Editor’s Note: This article is the third in an occasional series on Hawaii ethics laws. The first was titled, Today’s Disclosure, Yesterday’s News, and the second was headlined, Loophole Limits Disclosure of Lawmakers’ Income. A related article, The Big Fat Gray Area of Lobbying Laws, appears today.

Hawaii lobbyists don’t have to say what, or who, they’re spending money on.

Despite an annual requirement to report the “total sums” expended on lobbying, the laxness of the law can prevent the public from seeing which lawmakers have been lobbied and how much money was spent to influence them.

Lobbying is defined by Hawaii statute as “communicating directly or through an agent, or soliciting others to communicate, with any official in the legislative or executive branch, for the purpose of attempting to influence legislative or administrative action or a ballot issue.”

According to the state Lobbying Registration and Reporting Manual, a lobbyist is considered any person who spends more than $750 in any of three reporting periods or spends more than five hours of any month lobbying the Legislature.

Nine bills addressing lobbying have been introduced this year, including sweeping legislation that would further define lobbying events.

As of July 30, 2010, there were 280 lobbyists registered with the Hawaii State Ethics Commission. That’s almost four lobbyists per lawmaker.

Businesses or organizations hire lobbyists to press politicians for favorable legislation. Everything from VISA, Inc., to Alexander & Baldwin, to the ACLU of Hawaii, to the Bishop Museum are represented. Some lobbyists, like George “Red” Morris, will represent as many as 33 businesses, but most will represent one or two.

State Requires Three Reports a Year

The ethics commission requires lobbyists to file expense reports three times a year. They are available online. The reports cover the periods from January 1 to the last day of February; from March 1 to April 30; and from May 1 to December 31.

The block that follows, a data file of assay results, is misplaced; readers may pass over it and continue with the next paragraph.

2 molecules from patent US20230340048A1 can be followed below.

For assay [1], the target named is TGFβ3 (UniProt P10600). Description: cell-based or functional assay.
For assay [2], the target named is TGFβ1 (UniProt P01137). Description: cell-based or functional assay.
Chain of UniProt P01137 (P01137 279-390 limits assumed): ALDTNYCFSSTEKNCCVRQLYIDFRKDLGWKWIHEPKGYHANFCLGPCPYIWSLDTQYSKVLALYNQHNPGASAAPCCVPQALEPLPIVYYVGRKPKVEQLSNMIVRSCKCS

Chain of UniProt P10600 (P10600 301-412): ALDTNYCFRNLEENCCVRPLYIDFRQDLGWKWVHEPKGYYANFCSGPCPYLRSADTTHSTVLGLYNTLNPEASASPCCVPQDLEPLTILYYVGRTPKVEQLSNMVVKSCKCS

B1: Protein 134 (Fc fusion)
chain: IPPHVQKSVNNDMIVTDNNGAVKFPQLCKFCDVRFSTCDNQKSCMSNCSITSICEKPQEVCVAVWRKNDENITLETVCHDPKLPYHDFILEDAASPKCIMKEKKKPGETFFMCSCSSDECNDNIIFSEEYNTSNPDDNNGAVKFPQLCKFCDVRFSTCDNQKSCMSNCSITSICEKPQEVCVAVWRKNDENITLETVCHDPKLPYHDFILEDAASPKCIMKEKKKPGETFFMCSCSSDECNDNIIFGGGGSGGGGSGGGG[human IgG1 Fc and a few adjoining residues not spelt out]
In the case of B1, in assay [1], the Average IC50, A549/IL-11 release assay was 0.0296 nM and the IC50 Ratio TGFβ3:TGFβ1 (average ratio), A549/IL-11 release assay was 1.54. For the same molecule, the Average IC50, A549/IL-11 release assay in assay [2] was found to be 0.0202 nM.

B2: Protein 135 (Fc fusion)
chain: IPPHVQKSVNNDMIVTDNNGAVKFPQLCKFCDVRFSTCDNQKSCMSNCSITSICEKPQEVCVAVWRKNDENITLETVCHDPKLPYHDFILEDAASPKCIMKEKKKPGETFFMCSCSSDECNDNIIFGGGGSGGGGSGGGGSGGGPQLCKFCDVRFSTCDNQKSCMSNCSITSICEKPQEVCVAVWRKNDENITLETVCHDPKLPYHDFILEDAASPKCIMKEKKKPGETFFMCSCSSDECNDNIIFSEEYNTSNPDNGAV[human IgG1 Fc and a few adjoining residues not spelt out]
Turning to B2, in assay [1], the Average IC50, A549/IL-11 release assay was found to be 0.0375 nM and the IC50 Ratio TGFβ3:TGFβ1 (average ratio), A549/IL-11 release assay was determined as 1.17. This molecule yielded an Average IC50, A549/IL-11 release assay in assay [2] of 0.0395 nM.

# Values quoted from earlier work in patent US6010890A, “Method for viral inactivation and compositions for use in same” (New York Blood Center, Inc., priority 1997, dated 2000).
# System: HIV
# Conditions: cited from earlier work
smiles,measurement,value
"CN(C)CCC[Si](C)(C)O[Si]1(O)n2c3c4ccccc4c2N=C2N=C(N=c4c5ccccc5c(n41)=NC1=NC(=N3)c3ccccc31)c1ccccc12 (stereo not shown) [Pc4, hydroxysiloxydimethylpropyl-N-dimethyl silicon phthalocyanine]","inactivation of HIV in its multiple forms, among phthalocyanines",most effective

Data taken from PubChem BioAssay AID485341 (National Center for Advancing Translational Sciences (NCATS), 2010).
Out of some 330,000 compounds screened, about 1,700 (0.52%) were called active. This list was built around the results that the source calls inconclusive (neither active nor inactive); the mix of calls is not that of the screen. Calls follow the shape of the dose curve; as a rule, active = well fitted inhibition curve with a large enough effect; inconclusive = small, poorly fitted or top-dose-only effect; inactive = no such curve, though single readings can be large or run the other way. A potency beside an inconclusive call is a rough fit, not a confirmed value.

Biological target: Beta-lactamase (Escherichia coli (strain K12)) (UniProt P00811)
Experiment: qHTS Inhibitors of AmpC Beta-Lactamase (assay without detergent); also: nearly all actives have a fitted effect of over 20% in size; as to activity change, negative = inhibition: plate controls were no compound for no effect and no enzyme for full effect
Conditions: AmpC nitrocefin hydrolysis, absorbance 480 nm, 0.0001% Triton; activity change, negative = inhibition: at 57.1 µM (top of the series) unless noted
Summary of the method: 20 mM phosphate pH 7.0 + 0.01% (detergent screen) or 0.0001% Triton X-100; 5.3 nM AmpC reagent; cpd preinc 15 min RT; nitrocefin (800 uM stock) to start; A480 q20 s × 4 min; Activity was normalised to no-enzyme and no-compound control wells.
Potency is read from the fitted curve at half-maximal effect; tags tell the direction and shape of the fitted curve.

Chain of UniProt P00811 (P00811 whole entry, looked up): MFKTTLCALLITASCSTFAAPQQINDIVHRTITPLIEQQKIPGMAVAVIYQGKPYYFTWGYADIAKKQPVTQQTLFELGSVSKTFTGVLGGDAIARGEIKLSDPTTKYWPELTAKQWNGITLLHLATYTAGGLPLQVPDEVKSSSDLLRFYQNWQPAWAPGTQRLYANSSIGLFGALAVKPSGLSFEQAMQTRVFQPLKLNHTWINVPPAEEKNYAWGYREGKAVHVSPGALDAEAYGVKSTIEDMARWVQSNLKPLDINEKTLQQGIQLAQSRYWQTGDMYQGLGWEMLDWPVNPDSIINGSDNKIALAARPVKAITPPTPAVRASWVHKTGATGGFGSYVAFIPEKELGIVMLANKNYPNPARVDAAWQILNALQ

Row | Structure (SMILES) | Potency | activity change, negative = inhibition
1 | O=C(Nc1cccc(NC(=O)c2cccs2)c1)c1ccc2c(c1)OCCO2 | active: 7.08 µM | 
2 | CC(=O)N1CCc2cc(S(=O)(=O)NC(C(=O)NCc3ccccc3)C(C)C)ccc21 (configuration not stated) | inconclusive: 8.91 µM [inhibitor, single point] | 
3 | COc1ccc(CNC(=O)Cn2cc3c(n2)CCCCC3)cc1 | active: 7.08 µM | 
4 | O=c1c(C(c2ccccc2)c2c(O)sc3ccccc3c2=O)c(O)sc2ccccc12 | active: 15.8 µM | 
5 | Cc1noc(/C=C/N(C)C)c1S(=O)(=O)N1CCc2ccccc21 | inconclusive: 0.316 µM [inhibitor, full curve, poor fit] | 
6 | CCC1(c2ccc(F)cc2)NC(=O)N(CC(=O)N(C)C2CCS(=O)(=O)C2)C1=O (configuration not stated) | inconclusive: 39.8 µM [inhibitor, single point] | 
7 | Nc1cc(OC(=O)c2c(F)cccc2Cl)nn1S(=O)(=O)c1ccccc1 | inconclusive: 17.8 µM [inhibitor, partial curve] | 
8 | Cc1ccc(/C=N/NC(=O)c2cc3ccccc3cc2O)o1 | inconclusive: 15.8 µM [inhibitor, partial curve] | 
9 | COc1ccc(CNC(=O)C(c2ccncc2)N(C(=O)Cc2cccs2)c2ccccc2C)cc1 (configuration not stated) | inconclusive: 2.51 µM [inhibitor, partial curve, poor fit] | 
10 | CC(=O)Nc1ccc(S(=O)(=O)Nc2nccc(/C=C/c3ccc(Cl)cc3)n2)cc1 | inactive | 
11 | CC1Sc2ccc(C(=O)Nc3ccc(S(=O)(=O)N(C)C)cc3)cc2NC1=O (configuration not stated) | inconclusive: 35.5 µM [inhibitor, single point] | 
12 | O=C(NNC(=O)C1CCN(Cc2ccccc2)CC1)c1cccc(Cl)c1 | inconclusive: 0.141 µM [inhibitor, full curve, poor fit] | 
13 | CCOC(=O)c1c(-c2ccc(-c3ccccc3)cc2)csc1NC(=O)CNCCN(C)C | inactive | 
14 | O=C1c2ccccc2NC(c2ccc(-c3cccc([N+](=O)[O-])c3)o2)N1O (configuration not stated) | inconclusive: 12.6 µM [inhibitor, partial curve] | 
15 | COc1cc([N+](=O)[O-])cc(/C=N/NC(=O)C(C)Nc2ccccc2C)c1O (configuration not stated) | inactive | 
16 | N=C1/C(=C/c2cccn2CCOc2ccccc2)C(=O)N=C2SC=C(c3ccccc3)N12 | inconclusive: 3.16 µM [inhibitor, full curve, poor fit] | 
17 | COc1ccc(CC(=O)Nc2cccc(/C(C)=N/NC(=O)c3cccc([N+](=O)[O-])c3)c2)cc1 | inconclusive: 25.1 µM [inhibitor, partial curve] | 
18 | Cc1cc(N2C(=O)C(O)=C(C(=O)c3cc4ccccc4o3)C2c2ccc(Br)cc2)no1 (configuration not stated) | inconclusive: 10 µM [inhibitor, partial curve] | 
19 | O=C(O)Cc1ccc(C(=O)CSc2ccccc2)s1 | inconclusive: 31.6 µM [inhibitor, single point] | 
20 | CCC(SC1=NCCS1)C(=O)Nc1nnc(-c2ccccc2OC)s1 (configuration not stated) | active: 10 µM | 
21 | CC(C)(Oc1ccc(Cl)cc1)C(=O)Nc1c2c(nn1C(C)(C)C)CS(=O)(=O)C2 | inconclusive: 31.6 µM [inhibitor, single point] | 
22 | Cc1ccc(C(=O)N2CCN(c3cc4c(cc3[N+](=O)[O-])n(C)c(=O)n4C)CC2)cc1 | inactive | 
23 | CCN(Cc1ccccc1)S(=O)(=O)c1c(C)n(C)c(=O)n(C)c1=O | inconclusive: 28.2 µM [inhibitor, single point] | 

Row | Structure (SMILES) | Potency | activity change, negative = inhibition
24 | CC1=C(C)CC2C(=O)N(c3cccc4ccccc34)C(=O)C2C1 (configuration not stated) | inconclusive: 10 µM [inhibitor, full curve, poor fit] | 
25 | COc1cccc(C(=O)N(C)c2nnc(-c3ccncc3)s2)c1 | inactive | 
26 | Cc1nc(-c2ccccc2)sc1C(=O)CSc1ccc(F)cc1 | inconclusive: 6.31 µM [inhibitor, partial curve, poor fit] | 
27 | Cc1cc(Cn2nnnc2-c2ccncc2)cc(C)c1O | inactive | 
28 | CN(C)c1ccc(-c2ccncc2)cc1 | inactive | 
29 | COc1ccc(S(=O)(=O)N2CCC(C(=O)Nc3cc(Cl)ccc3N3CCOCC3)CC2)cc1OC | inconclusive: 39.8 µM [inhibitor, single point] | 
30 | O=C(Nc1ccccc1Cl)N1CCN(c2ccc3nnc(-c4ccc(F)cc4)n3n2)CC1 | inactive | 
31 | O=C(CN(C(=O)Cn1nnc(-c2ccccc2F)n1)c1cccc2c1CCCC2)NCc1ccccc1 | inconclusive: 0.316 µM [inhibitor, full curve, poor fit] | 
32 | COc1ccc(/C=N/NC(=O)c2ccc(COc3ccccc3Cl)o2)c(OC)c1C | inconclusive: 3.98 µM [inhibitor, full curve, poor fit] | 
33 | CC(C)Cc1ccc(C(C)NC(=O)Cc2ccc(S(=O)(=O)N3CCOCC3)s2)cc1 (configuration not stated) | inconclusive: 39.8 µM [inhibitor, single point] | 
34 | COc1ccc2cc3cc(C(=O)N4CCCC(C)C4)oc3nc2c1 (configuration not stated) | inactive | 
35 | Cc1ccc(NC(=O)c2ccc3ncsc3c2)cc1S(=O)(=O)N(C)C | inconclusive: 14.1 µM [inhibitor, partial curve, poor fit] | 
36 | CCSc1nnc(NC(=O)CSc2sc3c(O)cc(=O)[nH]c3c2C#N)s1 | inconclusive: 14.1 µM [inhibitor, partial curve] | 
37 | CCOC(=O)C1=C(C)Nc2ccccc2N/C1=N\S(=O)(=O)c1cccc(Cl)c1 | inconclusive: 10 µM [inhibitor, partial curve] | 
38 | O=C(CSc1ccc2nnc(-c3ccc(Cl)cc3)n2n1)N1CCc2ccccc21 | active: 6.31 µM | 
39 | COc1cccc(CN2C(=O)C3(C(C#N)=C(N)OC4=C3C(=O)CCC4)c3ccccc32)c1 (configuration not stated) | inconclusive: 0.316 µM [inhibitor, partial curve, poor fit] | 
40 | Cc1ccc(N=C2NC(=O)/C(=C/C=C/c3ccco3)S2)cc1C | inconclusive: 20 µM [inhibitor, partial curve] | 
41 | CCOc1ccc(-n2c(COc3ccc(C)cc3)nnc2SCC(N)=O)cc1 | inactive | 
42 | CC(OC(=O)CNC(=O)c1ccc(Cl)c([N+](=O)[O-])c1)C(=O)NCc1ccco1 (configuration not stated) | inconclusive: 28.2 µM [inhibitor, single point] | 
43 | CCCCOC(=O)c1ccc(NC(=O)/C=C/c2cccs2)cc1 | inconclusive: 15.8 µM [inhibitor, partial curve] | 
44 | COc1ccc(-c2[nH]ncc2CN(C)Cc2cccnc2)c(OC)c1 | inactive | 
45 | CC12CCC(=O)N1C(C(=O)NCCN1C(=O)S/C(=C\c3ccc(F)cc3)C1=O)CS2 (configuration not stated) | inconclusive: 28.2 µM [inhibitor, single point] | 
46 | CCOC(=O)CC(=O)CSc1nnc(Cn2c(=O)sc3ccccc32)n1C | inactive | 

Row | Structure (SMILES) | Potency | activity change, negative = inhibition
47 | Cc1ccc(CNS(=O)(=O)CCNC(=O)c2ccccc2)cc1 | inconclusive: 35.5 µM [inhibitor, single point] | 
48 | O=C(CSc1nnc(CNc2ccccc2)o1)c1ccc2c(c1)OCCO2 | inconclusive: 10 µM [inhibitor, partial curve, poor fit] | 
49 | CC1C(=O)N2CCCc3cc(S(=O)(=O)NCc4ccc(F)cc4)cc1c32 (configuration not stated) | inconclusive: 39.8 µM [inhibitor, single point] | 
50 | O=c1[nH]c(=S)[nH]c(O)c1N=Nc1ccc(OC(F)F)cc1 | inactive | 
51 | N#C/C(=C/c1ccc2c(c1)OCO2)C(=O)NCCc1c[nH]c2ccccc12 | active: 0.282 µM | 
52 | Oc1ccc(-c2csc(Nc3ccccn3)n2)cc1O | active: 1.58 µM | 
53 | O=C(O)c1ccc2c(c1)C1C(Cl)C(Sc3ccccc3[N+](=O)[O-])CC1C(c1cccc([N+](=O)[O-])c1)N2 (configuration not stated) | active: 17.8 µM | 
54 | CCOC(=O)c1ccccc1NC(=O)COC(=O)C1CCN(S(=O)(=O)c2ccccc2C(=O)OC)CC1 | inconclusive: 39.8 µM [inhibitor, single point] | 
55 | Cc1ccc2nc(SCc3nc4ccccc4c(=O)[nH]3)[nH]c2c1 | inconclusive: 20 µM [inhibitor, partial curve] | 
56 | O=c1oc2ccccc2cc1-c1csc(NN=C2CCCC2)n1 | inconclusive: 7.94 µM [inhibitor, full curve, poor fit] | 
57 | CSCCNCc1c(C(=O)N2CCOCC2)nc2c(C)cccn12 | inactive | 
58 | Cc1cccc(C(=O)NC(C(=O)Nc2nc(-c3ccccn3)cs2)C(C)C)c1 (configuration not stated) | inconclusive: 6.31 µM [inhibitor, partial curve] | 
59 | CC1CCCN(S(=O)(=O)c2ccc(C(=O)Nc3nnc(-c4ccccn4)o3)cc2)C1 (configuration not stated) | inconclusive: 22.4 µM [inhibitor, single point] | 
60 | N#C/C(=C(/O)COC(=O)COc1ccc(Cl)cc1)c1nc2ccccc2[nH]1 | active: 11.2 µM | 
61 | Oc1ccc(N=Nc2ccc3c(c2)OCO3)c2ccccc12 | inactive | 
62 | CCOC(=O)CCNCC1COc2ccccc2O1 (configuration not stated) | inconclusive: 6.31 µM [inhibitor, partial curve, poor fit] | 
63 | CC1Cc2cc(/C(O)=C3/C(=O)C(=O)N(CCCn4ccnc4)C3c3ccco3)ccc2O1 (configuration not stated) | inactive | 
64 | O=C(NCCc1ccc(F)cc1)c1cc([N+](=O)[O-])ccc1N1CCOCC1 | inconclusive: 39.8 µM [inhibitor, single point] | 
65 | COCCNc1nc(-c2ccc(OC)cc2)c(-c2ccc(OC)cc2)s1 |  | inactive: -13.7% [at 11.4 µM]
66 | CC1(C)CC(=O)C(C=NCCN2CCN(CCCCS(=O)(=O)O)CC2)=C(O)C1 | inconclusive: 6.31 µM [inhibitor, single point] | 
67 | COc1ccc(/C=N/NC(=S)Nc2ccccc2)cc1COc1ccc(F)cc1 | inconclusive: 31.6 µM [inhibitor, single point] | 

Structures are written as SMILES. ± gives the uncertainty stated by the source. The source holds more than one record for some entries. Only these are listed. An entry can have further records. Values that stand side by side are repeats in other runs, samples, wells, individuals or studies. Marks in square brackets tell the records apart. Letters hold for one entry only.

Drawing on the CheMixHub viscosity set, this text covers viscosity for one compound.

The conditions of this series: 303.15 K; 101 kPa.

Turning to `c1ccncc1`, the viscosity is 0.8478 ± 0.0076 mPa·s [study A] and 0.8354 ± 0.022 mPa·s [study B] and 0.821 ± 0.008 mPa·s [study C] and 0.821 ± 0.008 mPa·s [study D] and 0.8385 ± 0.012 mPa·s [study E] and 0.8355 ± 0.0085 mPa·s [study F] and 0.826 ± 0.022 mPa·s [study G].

But what they lack is detail.

And perhaps more important, oversight.

“It’s a self-reporting law,” said Nancy Neuffer, a staff attorney with the state ethics commission. “We don’t have investigators looking over their books making sure they did everything right. We’re just not staffed that way.”

If a lobbyist was spending more money on a lawmaker than he or she reported, it would likely only be investigated if a third party made a complaint.

It is true that politicians are required to file an annual gift report if they receive one or more items that total more than $200. The cost of the gift(s), which could have come from lobbyists, must be recorded as well as the identity of the giver.

However, the gift must only be reported if three specific conditions are met, including if, “The source of the gift or gifts has interests that may be affected by official action that you take in your state capacity,” in other words lobbying.

Confusion About Lobbying

But there’s confusion as to what constitutes lobbying. In 2007, former Hawaii State Ethics Commission Executive Director and General Counsel Daniel Mollway had to release a memorandum to all lobbyists to help better clarify the issue.

“Our office has received a number of concerns that organizations, lobbyists, and employers of lobbyists are not reporting as a lobbying expenditure certain meetings with legislators,” Mollway wrote.